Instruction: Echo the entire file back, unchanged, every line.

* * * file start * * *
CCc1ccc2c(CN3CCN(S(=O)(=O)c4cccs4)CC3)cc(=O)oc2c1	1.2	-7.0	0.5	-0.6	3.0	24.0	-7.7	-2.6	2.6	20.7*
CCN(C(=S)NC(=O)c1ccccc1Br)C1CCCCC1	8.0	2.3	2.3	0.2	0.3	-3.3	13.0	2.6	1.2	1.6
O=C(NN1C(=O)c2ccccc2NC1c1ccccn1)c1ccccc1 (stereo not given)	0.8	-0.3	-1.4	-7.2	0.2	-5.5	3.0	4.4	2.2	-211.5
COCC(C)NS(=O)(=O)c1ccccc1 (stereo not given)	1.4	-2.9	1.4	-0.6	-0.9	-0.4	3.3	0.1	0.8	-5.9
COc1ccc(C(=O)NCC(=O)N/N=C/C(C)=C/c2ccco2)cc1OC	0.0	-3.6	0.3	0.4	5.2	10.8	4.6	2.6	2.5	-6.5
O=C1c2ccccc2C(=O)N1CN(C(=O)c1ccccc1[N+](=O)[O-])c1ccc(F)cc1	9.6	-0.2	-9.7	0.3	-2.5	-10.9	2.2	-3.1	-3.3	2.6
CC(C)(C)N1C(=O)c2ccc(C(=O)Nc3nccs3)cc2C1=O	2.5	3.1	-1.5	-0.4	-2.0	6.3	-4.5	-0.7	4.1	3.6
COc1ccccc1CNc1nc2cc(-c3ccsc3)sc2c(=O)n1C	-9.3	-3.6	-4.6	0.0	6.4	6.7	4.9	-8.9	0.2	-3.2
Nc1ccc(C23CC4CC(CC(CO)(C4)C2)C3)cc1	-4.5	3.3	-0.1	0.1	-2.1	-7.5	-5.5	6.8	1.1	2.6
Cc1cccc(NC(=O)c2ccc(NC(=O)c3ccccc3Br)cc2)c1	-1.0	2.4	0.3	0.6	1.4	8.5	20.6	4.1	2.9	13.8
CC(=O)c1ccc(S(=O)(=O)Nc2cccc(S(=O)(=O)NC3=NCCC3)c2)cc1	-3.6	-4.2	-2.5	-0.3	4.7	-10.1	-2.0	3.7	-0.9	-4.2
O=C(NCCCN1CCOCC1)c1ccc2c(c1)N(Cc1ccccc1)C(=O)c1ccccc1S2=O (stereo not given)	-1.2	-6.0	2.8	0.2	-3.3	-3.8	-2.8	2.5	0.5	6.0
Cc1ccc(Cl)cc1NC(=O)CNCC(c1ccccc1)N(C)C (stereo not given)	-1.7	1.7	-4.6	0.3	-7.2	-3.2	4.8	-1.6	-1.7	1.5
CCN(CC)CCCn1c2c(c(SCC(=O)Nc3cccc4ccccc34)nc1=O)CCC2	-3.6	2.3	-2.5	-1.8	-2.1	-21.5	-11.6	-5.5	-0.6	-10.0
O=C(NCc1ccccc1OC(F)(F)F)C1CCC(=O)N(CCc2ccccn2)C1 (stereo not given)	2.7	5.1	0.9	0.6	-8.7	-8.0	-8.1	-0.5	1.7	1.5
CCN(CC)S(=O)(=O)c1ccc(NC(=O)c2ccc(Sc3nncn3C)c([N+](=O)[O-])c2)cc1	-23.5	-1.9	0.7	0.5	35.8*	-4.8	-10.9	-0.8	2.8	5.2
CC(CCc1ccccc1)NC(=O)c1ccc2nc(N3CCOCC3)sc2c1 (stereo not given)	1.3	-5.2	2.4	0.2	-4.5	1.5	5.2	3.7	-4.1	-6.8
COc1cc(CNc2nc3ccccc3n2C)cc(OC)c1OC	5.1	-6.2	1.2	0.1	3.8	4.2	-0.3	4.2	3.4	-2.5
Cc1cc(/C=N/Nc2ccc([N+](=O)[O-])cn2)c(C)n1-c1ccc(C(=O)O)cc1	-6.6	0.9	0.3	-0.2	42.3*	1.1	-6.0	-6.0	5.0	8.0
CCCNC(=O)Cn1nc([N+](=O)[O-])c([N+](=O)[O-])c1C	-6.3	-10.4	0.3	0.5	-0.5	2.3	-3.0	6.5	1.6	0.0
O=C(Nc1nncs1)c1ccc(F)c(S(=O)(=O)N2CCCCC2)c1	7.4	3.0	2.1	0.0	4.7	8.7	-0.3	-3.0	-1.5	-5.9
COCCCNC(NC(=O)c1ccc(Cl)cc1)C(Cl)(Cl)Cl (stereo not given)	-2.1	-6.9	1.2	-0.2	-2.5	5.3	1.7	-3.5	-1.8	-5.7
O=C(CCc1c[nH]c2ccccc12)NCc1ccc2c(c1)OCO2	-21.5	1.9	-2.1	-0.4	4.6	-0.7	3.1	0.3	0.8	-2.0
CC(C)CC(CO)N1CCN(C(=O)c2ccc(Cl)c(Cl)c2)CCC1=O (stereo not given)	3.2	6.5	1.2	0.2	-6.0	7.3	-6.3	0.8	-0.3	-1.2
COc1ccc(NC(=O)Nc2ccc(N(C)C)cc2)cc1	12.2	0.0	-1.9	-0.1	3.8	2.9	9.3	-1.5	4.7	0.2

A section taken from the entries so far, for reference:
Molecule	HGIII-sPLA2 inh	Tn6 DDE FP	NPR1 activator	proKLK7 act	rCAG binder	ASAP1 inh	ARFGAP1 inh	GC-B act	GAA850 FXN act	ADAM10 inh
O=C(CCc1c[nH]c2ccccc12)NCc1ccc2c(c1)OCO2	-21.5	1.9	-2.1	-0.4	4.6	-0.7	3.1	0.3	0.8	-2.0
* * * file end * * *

CCc1ccc2c(CN3CCN(S(=O)(=O)c4cccs4)CC3)cc(=O)oc2c1	1.2	-7.0	0.5	-0.6	3.0	24.0	-7.7	-2.6	2.6	20.7*
CCN(C(=S)NC(=O)c1ccccc1Br)C1CCCCC1	8.0	2.3	2.3	0.2	0.3	-3.3	13.0	2.6	1.2	1.6
O=C(NN1C(=O)c2ccccc2NC1c1ccccn1)c1ccccc1 (stereo not given)	0.8	-0.3	-1.4	-7.2	0.2	-5.5	3.0	4.4	2.2	-211.5
COCC(C)NS(=O)(=O)c1ccccc1 (stereo not given)	1.4	-2.9	1.4	-0.6	-0.9	-0.4	3.3	0.1	0.8	-5.9
COc1ccc(C(=O)NCC(=O)N/N=C/C(C)=C/c2ccco2)cc1OC	0.0	-3.6	0.3	0.4	5.2	10.8	4.6	2.6	2.5	-6.5
O=C1c2ccccc2C(=O)N1CN(C(=O)c1ccccc1[N+](=O)[O-])c1ccc(F)cc1	9.6	-0.2	-9.7	0.3	-2.5	-10.9	2.2	-3.1	-3.3	2.6
CC(C)(C)N1C(=O)c2ccc(C(=O)Nc3nccs3)cc2C1=O	2.5	3.1	-1.5	-0.4	-2.0	6.3	-4.5	-0.7	4.1	3.6
COc1ccccc1CNc1nc2cc(-c3ccsc3)sc2c(=O)n1C	-9.3	-3.6	-4.6	0.0	6.4	6.7	4.9	-8.9	0.2	-3.2
Nc1ccc(C23CC4CC(CC(CO)(C4)C2)C3)cc1	-4.5	3.3	-0.1	0.1	-2.1	-7.5	-5.5	6.8	1.1	2.6
Cc1cccc(NC(=O)c2ccc(NC(=O)c3ccccc3Br)cc2)c1	-1.0	2.4	0.3	0.6	1.4	8.5	20.6	4.1	2.9	13.8
CC(=O)c1ccc(S(=O)(=O)Nc2cccc(S(=O)(=O)NC3=NCCC3)c2)cc1	-3.6	-4.2	-2.5	-0.3	4.7	-10.1	-2.0	3.7	-0.9	-4.2
O=C(NCCCN1CCOCC1)c1ccc2c(c1)N(Cc1ccccc1)C(=O)c1ccccc1S2=O (stereo not given)	-1.2	-6.0	2.8	0.2	-3.3	-3.8	-2.8	2.5	0.5	6.0
Cc1ccc(Cl)cc1NC(=O)CNCC(c1ccccc1)N(C)C (stereo not given)	-1.7	1.7	-4.6	0.3	-7.2	-3.2	4.8	-1.6	-1.7	1.5
CCN(CC)CCCn1c2c(c(SCC(=O)Nc3cccc4ccccc34)nc1=O)CCC2	-3.6	2.3	-2.5	-1.8	-2.1	-21.5	-11.6	-5.5	-0.6	-10.0
O=C(NCc1ccccc1OC(F)(F)F)C1CCC(=O)N(CCc2ccccn2)C1 (stereo not given)	2.7	5.1	0.9	0.6	-8.7	-8.0	-8.1	-0.5	1.7	1.5
CCN(CC)S(=O)(=O)c1ccc(NC(=O)c2ccc(Sc3nncn3C)c([N+](=O)[O-])c2)cc1	-23.5	-1.9	0.7	0.5	35.8*	-4.8	-10.9	-0.8	2.8	5.2
CC(CCc1ccccc1)NC(=O)c1ccc2nc(N3CCOCC3)sc2c1 (stereo not given)	1.3	-5.2	2.4	0.2	-4.5	1.5	5.2	3.7	-4.1	-6.8
COc1cc(CNc2nc3ccccc3n2C)cc(OC)c1OC	5.1	-6.2	1.2	0.1	3.8	4.2	-0.3	4.2	3.4	-2.5
Cc1cc(/C=N/Nc2ccc([N+](=O)[O-])cn2)c(C)n1-c1ccc(C(=O)O)cc1	-6.6	0.9	0.3	-0.2	42.3*	1.1	-6.0	-6.0	5.0	8.0
CCCNC(=O)Cn1nc([N+](=O)[O-])c([N+](=O)[O-])c1C	-6.3	-10.4	0.3	0.5	-0.5	2.3	-3.0	6.5	1.6	0.0
O=C(Nc1nncs1)c1ccc(F)c(S(=O)(=O)N2CCCCC2)c1	7.4	3.0	2.1	0.0	4.7	8.7	-0.3	-3.0	-1.5	-5.9
COCCCNC(NC(=O)c1ccc(Cl)cc1)C(Cl)(Cl)Cl (stereo not given)	-2.1	-6.9	1.2	-0.2	-2.5	5.3	1.7	-3.5	-1.8	-5.7
O=C(CCc1c[nH]c2ccccc12)NCc1ccc2c(c1)OCO2	-21.5	1.9	-2.1	-0.4	4.6	-0.7	3.1	0.3	0.8	-2.0
CC(C)CC(CO)N1CCN(C(=O)c2ccc(Cl)c(Cl)c2)CCC1=O (stereo not given)	3.2	6.5	1.2	0.2	-6.0	7.3	-6.3	0.8	-0.3	-1.2
COc1ccc(NC(=O)Nc2ccc(N(C)C)cc2)cc1	12.2	0.0	-1.9	-0.1	3.8	2.9	9.3	-1.5	4.7	0.2

A section taken from the entries so far, for reference:
Molecule	HGIII-sPLA2 inh	Tn6 DDE FP	NPR1 activator	proKLK7 act	rCAG binder	ASAP1 inh	ARFGAP1 inh	GC-B act	GAA850 FXN act	ADAM10 inh
O=C(CCc1c[nH]c2ccccc12)NCc1ccc2c(c1)OCO2	-21.5	1.9	-2.1	-0.4	4.6	-0.7	3.1	0.3	0.8	-2.0